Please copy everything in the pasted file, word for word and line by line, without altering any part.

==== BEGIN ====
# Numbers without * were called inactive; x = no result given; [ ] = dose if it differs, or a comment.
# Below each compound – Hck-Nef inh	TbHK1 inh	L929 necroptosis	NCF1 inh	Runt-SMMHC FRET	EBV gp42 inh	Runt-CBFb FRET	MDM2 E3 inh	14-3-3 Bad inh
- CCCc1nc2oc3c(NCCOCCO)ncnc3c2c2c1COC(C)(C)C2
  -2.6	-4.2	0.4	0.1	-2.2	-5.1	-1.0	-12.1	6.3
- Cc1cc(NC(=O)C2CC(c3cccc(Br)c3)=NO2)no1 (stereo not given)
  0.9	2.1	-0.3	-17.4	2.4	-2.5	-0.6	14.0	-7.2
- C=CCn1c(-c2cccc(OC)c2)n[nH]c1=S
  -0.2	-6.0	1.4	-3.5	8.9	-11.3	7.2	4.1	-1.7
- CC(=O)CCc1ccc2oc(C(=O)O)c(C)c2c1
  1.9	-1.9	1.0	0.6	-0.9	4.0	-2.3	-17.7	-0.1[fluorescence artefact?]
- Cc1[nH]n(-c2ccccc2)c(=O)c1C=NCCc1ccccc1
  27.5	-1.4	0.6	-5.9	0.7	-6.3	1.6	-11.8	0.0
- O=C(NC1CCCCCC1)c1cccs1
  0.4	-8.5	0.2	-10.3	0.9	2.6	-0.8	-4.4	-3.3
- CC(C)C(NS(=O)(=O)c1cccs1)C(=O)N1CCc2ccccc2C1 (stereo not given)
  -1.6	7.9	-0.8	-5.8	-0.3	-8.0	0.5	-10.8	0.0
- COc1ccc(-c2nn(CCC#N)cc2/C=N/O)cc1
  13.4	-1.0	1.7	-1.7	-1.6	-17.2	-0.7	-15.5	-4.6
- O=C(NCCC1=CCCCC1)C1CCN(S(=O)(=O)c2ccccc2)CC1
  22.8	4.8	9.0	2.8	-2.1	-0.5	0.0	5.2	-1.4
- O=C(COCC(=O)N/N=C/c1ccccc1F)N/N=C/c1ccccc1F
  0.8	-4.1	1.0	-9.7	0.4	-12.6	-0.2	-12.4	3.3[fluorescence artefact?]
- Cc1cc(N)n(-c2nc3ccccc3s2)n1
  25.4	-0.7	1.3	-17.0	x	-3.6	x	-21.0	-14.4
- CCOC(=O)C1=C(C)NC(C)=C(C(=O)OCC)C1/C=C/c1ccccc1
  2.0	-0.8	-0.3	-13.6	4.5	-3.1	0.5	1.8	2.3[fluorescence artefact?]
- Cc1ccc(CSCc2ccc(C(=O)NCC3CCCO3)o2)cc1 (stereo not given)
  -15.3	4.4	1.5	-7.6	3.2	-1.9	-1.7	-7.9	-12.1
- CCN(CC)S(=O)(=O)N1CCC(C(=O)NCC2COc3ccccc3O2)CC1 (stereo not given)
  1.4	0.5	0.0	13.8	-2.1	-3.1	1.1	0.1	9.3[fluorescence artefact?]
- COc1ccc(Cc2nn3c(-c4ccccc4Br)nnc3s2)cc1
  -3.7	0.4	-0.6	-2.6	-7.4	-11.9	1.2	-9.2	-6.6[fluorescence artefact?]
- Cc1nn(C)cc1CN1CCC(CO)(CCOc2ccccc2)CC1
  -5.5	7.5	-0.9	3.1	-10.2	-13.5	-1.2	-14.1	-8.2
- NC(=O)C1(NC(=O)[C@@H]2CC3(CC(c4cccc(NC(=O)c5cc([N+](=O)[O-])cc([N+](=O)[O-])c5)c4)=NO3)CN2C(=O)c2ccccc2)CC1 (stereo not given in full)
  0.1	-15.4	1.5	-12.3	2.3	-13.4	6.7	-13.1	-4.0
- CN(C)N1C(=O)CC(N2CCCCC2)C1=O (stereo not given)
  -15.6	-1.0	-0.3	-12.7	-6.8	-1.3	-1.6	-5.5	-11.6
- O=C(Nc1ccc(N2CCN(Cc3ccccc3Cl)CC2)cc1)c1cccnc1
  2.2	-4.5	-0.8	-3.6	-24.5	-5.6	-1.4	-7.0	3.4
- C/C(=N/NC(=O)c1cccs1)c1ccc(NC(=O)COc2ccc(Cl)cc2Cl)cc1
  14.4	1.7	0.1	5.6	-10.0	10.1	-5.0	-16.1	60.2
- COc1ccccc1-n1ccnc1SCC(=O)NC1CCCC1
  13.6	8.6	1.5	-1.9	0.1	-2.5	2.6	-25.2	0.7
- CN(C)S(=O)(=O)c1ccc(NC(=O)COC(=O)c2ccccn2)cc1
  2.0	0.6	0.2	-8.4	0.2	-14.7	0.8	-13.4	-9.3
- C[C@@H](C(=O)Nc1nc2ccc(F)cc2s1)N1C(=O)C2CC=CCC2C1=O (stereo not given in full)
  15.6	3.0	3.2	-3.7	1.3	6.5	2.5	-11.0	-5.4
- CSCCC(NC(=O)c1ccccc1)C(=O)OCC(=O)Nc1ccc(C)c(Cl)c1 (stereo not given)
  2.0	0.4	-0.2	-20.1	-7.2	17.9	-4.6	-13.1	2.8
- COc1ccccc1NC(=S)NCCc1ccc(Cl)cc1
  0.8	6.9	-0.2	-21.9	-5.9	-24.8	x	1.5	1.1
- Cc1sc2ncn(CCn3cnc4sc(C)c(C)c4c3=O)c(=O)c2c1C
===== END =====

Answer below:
# Numbers without * were called inactive; x = no result given; [ ] = dose if it differs, or a comment.
# Below each compound – Hck-Nef inh	TbHK1 inh	L929 necroptosis	NCF1 inh	Runt-SMMHC FRET	EBV gp42 inh	Runt-CBFb FRET	MDM2 E3 inh	14-3-3 Bad inh
- CCCc1nc2oc3c(NCCOCCO)ncnc3c2c2c1COC(C)(C)C2
  -2.6	-4.2	0.4	0.1	-2.2	-5.1	-1.0	-12.1	6.3
- Cc1cc(NC(=O)C2CC(c3cccc(Br)c3)=NO2)no1 (stereo not given)
  0.9	2.1	-0.3	-17.4	2.4	-2.5	-0.6	14.0	-7.2
- C=CCn1c(-c2cccc(OC)c2)n[nH]c1=S
  -0.2	-6.0	1.4	-3.5	8.9	-11.3	7.2	4.1	-1.7
- CC(=O)CCc1ccc2oc(C(=O)O)c(C)c2c1
  1.9	-1.9	1.0	0.6	-0.9	4.0	-2.3	-17.7	-0.1[fluorescence artefact?]
- Cc1[nH]n(-c2ccccc2)c(=O)c1C=NCCc1ccccc1
  27.5	-1.4	0.6	-5.9	0.7	-6.3	1.6	-11.8	0.0
- O=C(NC1CCCCCC1)c1cccs1
  0.4	-8.5	0.2	-10.3	0.9	2.6	-0.8	-4.4	-3.3
- CC(C)C(NS(=O)(=O)c1cccs1)C(=O)N1CCc2ccccc2C1 (stereo not given)
  -1.6	7.9	-0.8	-5.8	-0.3	-8.0	0.5	-10.8	0.0
- COc1ccc(-c2nn(CCC#N)cc2/C=N/O)cc1
  13.4	-1.0	1.7	-1.7	-1.6	-17.2	-0.7	-15.5	-4.6
- O=C(NCCC1=CCCCC1)C1CCN(S(=O)(=O)c2ccccc2)CC1
  22.8	4.8	9.0	2.8	-2.1	-0.5	0.0	5.2	-1.4
- O=C(COCC(=O)N/N=C/c1ccccc1F)N/N=C/c1ccccc1F
  0.8	-4.1	1.0	-9.7	0.4	-12.6	-0.2	-12.4	3.3[fluorescence artefact?]
- Cc1cc(N)n(-c2nc3ccccc3s2)n1
  25.4	-0.7	1.3	-17.0	x	-3.6	x	-21.0	-14.4
- CCOC(=O)C1=C(C)NC(C)=C(C(=O)OCC)C1/C=C/c1ccccc1
  2.0	-0.8	-0.3	-13.6	4.5	-3.1	0.5	1.8	2.3[fluorescence artefact?]
- Cc1ccc(CSCc2ccc(C(=O)NCC3CCCO3)o2)cc1 (stereo not given)
  -15.3	4.4	1.5	-7.6	3.2	-1.9	-1.7	-7.9	-12.1
- CCN(CC)S(=O)(=O)N1CCC(C(=O)NCC2COc3ccccc3O2)CC1 (stereo not given)
  1.4	0.5	0.0	13.8	-2.1	-3.1	1.1	0.1	9.3[fluorescence artefact?]
- COc1ccc(Cc2nn3c(-c4ccccc4Br)nnc3s2)cc1
  -3.7	0.4	-0.6	-2.6	-7.4	-11.9	1.2	-9.2	-6.6[fluorescence artefact?]
- Cc1nn(C)cc1CN1CCC(CO)(CCOc2ccccc2)CC1
  -5.5	7.5	-0.9	3.1	-10.2	-13.5	-1.2	-14.1	-8.2
- NC(=O)C1(NC(=O)[C@@H]2CC3(CC(c4cccc(NC(=O)c5cc([N+](=O)[O-])cc([N+](=O)[O-])c5)c4)=NO3)CN2C(=O)c2ccccc2)CC1 (stereo not given in full)
  0.1	-15.4	1.5	-12.3	2.3	-13.4	6.7	-13.1	-4.0
- CN(C)N1C(=O)CC(N2CCCCC2)C1=O (stereo not given)
  -15.6	-1.0	-0.3	-12.7	-6.8	-1.3	-1.6	-5.5	-11.6
- O=C(Nc1ccc(N2CCN(Cc3ccccc3Cl)CC2)cc1)c1cccnc1
  2.2	-4.5	-0.8	-3.6	-24.5	-5.6	-1.4	-7.0	3.4
- C/C(=N/NC(=O)c1cccs1)c1ccc(NC(=O)COc2ccc(Cl)cc2Cl)cc1
  14.4	1.7	0.1	5.6	-10.0	10.1	-5.0	-16.1	60.2
- COc1ccccc1-n1ccnc1SCC(=O)NC1CCCC1
  13.6	8.6	1.5	-1.9	0.1	-2.5	2.6	-25.2	0.7
- CN(C)S(=O)(=O)c1ccc(NC(=O)COC(=O)c2ccccn2)cc1
  2.0	0.6	0.2	-8.4	0.2	-14.7	0.8	-13.4	-9.3
- C[C@@H](C(=O)Nc1nc2ccc(F)cc2s1)N1C(=O)C2CC=CCC2C1=O (stereo not given in full)
  15.6	3.0	3.2	-3.7	1.3	6.5	2.5	-11.0	-5.4
- CSCCC(NC(=O)c1ccccc1)C(=O)OCC(=O)Nc1ccc(C)c(Cl)c1 (stereo not given)
  2.0	0.4	-0.2	-20.1	-7.2	17.9	-4.6	-13.1	2.8
- COc1ccccc1NC(=S)NCCc1ccc(Cl)cc1
  0.8	6.9	-0.2	-21.9	-5.9	-24.8	x	1.5	1.1
- Cc1sc2ncn(CCn3cnc4sc(C)c(C)c4c3=O)c(=O)c2c1C